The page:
The 21-year old rapist, Brock Turner, has signed up as a sex offender in the state of Ohio after being released last week from jail. Turner, who served half of his six-month sentence, is set to do three years of probation and will be monitored by the State.
A week ago, Brock Turner became a free man after spending 90 days in jail for sexually assaulting an unconscious and intoxicated 23-year old woman behind a dumpster in 2015.
Turner’s case became viral as an example of the on-going college rape crisis currently happening in the country. Media attention has been focused on the ex-swimmers life due to the controversy of his short sentence and the emotional letter written by Turner’s victim that vividly recalled her experience after being raped.
The 21-year old was released last Friday from San Jose’s Main Jail in California and was required to register as a sex offender for life. According to media reports Turner assisted the Green County Sheriff’s Office in Xenia to complete his registration around 8 a.m on Tuesday morning.
According to the court’s requests, the sex offender must re-register every 90-days for the rest of his life and is set to receive unscheduled visits to his parents’ house, where he is currently living, as a way of monitoring the information provided to authorities.
Turner entered the Sherrif ‘s office at early morning hours and spent around half an hour filling forms; locals took pictures of the sex offender as he completed the procedure. His parents, Dan and Carleen Turner were present at the moment.
“We’re not treating him with kid gloves, we’re going to treat him like every other sex offender that comes trough those doors,” said Gene Fischer, who is Green County’s Sherrif, to the Daily Mail last week.
Brock’s case and sentence
The name Brock Turner has become widely known around the country since national attention was set on the 20-year old man who was found guilty of assault with intent to commit rape of an intoxicated or unconscious person, penetration of an intoxicated person and penetration of an unconscious person.
Turner’s felonies were a response to his actions after he raped a drunk girl at a Stanford fraternity party and the victim’s letter, that recalled waking up at the hospital without her underwear with pine needles in her hair and private parts, became viral on the internet.
It seems that Turner’s case became a national concern for various sensitive subjects to U.S citizens.
The first subject is college rapes, according to the Rape Abuse & Incest National Network girls from 18 to 24 years-old within the university system have three times more chances to get raped than anyone else. However, girls of the same age range, who are not enrolled in the school system are four times more likely to get raped.
As CNN News reports, there are at least 288,820 rape victims, 12-years and older who get raped every year in the United States. The offensive numbers and rape cases have become a public concern, in particular for those women attending college or within the age range showed in statistics.
But the concerning fact for the public hasn’t been the rape cases alone, but the justice’s system response to those assaults and Turner’s case seems to be a great example. The now, 21-year old male, was received at his hometown by armed protesters with signs that read “castrate all rapists” and “no sympathy for rapists” after he spent just half of his sentence in the California jail.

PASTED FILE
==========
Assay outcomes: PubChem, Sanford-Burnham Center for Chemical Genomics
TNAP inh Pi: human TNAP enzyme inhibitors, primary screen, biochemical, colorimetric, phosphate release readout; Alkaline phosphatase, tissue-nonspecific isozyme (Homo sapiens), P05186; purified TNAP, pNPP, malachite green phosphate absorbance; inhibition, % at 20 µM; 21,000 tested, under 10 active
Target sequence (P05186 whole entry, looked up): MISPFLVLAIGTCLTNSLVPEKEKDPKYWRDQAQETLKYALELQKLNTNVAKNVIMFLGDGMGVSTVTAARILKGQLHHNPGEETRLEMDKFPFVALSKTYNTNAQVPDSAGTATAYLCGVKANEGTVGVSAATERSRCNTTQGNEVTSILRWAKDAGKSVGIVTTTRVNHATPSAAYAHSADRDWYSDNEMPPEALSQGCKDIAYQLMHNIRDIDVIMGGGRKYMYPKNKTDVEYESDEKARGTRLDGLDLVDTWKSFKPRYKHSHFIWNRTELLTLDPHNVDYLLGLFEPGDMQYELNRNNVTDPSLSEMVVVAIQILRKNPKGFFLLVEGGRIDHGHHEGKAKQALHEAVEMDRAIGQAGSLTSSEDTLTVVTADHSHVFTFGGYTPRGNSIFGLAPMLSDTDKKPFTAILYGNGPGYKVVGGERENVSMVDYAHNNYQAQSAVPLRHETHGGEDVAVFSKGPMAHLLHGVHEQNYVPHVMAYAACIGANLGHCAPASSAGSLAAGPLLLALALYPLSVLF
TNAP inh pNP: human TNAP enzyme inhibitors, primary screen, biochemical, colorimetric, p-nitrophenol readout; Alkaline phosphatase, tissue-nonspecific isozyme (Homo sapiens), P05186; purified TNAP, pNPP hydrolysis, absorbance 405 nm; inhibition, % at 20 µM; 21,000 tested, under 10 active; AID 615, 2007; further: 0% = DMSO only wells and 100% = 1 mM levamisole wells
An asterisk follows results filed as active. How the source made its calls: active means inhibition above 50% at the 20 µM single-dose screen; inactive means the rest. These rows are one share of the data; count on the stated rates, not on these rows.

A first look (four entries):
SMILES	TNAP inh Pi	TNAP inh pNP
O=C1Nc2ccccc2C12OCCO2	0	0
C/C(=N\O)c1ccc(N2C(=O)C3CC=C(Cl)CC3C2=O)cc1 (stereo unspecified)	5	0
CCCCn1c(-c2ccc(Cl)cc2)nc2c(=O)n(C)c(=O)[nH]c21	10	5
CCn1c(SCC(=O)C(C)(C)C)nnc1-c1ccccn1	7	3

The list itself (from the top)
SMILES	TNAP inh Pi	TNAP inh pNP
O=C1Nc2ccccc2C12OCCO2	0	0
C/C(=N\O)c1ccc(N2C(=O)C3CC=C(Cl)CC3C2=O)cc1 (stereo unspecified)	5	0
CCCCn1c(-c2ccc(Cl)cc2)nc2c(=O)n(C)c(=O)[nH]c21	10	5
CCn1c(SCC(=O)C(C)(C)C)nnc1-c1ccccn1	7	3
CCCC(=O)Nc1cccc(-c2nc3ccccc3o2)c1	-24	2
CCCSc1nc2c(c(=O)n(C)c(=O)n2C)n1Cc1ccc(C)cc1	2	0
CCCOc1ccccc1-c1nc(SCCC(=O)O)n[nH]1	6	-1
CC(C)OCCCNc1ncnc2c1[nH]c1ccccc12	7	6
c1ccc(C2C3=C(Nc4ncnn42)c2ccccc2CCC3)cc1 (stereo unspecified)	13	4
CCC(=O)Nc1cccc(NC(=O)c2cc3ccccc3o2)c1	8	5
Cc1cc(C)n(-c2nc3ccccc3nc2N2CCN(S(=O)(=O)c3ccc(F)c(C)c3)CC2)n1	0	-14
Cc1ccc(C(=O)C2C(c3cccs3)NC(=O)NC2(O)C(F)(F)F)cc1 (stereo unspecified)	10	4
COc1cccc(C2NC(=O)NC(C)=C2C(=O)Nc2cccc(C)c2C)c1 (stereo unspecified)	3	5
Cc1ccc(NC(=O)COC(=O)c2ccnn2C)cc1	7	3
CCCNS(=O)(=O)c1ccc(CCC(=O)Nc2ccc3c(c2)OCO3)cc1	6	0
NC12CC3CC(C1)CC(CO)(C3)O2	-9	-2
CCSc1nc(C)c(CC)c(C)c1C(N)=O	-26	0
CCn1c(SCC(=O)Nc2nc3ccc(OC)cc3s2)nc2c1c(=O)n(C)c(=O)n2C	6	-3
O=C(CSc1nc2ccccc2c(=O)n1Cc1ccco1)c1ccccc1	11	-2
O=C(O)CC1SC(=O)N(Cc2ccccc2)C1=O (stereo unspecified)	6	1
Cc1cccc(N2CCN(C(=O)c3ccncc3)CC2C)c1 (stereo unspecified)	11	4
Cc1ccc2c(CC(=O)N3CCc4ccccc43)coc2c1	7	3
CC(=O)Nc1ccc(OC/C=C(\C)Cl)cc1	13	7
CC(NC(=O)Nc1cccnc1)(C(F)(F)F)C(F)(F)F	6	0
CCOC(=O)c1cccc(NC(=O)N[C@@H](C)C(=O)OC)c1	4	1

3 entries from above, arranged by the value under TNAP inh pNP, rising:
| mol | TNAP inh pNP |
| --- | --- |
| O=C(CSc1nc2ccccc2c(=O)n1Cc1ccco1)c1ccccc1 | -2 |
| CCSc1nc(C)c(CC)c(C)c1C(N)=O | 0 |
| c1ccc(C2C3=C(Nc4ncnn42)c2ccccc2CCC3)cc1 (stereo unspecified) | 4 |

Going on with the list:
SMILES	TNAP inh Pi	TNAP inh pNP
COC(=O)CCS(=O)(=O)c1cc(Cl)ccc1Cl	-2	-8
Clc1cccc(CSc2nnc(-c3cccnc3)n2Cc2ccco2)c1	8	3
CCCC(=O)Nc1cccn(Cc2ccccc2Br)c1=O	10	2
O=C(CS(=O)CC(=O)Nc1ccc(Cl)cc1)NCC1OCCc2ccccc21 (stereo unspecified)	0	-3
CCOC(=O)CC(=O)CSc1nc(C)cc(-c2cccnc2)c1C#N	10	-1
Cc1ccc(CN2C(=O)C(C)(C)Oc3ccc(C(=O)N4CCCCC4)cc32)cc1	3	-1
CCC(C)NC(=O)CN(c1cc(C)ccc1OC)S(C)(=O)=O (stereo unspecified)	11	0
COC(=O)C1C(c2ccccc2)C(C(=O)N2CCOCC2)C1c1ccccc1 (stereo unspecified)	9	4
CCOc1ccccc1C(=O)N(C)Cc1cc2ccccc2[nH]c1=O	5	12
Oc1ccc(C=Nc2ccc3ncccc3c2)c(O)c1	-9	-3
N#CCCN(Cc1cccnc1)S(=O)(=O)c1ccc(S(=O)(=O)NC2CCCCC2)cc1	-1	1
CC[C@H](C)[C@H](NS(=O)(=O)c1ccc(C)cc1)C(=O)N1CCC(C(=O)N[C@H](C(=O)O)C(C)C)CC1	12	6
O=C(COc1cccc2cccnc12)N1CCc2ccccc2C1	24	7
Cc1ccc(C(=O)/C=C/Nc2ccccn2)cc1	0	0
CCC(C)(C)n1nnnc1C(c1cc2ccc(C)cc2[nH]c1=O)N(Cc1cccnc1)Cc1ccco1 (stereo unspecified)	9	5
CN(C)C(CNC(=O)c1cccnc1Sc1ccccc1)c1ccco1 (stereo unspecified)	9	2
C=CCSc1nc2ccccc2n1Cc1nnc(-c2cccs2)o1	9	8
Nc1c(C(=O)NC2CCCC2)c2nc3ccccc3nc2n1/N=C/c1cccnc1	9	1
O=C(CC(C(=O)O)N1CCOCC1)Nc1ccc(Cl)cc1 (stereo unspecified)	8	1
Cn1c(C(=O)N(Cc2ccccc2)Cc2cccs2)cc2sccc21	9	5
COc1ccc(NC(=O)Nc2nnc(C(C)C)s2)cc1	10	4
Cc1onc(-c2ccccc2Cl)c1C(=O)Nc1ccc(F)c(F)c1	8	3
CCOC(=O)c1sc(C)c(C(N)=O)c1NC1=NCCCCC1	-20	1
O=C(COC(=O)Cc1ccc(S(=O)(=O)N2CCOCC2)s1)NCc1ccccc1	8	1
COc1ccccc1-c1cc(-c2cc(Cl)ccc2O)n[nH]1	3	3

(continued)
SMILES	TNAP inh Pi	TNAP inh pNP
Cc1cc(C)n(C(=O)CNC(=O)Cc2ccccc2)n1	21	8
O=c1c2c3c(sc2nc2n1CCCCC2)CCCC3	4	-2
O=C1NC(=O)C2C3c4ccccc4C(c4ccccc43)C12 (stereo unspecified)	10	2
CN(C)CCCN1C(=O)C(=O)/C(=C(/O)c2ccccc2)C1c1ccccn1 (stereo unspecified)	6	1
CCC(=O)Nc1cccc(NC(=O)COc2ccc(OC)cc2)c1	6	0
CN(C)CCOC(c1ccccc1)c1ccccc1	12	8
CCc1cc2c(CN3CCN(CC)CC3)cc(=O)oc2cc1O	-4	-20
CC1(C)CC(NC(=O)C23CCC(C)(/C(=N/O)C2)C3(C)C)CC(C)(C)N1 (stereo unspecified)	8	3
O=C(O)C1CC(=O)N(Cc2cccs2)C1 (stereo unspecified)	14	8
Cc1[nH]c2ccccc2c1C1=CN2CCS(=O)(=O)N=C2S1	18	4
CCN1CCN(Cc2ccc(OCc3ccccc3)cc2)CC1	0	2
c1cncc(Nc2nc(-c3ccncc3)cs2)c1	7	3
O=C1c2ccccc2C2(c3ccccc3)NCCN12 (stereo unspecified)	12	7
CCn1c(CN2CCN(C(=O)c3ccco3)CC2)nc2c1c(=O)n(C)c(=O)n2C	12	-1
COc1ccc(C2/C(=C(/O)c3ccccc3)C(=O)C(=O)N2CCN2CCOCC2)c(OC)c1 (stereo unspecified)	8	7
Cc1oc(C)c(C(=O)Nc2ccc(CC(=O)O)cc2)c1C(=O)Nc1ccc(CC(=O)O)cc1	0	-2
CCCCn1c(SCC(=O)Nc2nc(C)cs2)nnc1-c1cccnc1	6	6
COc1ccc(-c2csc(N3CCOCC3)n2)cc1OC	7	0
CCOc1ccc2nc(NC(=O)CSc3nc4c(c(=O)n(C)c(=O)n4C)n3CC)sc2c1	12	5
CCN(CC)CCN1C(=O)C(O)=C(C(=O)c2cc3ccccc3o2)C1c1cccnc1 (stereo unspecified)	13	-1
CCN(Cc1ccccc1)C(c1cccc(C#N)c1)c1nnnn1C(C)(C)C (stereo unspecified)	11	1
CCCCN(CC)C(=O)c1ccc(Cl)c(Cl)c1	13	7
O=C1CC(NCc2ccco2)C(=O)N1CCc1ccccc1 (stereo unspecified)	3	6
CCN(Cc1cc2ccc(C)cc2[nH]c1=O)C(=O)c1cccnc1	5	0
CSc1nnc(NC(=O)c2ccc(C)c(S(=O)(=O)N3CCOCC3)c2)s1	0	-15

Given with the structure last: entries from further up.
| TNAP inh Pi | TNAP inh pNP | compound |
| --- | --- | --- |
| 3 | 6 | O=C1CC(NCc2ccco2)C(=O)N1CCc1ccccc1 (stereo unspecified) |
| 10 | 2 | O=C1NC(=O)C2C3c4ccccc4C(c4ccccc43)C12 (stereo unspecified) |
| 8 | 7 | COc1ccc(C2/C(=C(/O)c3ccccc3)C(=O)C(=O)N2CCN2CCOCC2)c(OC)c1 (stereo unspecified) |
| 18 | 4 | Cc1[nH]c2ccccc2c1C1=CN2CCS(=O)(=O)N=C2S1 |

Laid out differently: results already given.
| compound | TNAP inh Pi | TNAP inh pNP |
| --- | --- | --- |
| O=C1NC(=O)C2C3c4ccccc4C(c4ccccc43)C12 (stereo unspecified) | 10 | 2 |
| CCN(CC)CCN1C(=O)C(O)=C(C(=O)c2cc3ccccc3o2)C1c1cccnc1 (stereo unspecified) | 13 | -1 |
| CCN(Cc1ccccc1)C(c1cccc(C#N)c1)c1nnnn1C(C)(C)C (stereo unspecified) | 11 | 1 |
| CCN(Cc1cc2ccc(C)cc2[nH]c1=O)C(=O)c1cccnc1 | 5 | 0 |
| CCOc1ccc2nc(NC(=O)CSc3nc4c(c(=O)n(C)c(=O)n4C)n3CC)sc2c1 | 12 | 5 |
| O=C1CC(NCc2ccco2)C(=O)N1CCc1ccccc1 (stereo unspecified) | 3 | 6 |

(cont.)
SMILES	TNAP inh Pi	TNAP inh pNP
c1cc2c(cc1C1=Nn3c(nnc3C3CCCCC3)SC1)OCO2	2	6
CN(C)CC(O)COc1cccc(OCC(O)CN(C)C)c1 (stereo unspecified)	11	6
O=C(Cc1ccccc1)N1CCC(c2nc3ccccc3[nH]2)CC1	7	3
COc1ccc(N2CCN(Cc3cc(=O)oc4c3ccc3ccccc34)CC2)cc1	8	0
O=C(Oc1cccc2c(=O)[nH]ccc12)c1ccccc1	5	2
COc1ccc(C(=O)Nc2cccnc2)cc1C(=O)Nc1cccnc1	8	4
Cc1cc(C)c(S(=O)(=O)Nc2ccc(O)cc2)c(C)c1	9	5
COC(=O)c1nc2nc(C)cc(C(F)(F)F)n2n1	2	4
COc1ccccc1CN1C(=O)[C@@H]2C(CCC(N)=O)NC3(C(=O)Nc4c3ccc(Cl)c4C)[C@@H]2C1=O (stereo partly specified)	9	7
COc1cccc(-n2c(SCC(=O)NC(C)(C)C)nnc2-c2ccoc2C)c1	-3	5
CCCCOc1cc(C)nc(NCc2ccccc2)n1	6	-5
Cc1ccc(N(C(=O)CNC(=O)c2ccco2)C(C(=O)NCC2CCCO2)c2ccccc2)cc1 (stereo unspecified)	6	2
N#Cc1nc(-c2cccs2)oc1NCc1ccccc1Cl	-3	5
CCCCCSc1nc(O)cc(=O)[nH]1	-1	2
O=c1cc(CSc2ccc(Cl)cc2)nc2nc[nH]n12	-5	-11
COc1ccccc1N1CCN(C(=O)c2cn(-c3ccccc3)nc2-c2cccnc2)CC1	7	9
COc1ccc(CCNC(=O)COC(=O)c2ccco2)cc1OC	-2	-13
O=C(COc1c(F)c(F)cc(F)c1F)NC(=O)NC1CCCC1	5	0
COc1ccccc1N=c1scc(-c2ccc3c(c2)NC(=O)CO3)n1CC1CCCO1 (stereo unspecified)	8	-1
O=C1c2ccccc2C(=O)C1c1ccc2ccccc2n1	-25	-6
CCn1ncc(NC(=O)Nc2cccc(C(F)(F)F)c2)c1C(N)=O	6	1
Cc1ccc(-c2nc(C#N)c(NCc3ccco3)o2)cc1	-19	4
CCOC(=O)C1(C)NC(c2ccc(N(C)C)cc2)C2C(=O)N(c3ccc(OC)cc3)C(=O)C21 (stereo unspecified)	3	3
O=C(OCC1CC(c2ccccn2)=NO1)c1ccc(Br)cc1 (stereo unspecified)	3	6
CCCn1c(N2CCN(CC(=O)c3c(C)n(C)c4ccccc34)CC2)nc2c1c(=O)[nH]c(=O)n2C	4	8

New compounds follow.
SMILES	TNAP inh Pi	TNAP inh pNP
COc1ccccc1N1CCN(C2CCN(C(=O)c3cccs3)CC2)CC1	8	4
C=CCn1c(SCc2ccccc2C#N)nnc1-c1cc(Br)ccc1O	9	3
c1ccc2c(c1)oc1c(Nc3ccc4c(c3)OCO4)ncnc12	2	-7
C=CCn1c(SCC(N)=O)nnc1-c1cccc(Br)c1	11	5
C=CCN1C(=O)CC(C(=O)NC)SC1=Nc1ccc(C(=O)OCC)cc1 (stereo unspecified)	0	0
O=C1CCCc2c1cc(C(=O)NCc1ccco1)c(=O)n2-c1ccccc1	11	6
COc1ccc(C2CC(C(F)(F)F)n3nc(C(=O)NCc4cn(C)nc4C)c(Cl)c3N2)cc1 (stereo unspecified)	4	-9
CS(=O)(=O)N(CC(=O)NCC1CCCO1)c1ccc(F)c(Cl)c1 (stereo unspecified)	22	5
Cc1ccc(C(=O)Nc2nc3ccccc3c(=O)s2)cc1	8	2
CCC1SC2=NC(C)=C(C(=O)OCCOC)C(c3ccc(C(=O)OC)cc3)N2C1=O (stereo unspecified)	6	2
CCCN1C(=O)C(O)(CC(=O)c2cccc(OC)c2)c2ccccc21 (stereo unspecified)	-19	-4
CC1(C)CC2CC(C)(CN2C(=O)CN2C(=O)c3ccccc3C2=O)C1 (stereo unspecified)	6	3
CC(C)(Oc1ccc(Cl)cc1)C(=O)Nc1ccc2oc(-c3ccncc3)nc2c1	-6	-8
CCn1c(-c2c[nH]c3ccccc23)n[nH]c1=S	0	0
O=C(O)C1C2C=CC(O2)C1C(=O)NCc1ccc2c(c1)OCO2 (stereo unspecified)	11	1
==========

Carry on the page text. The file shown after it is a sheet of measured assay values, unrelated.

Turner, who was found raping the 23-year old victim by Swedish students, was set to do at least six years of his sentence. However, Judge Aaron Persky decided the young sexual offender had no previous history and had shown “a sincere remorse” and since alcohol seemed to impair his decisions, Turner was sentenced to six months in jail, with the chances of getting out at three.
Persky’s sentence became a national scandal, with activists protesting over women’s rights and the Black Lives Matter movement pledging “white-sympathy” had been involved in the judge’s decision. A collective sign form was able to recall judge Persky from the justice system and from now on he won’t be able to take on criminal cases and will sit in the civil division.
Since then, there have been a significant national movement, on-line and all sorts of campaigns asking for Brock Turner to remain in jail and do the time for his actions and by coming out of prison, those campaigns have gotten bigger.
As an example of campaigns against Turner and college rapes, Roxane Jones, a black lives matter, women and sports activist recently wrote an opinion article for CNN News asking the public, society, and the justice system to “stop justifying men who rape.”
Despite the campaigns and the activists, Turner is a free 21-year old man in Ohio seeking to put his life back together, however since he is now a registered sex offender his life will depend on local authorities.
Turner’s legal responsibilities
Now that Turner is registered as a sex offender for life, he will have to attend the Sheriff’s office every 90 days to re-confirm his situation, and all of his personal details, including his house address, have been uploaded as public information.
Neighbors living in the Ohio town of Bellfield will receive notices on their homes to inform about the sex offender living nearby. Authorities prohibit sex offenders from living nearby schools, will have to be always tested for alcohol and drug use and has been banned from having a gun.
Turner must check in by phone or person at least one time a week with authorities and will have his Internet interactions monitored by local police officers.
The 21-year old will have the chance to appeal the sentence and be removed from the sex offender registration.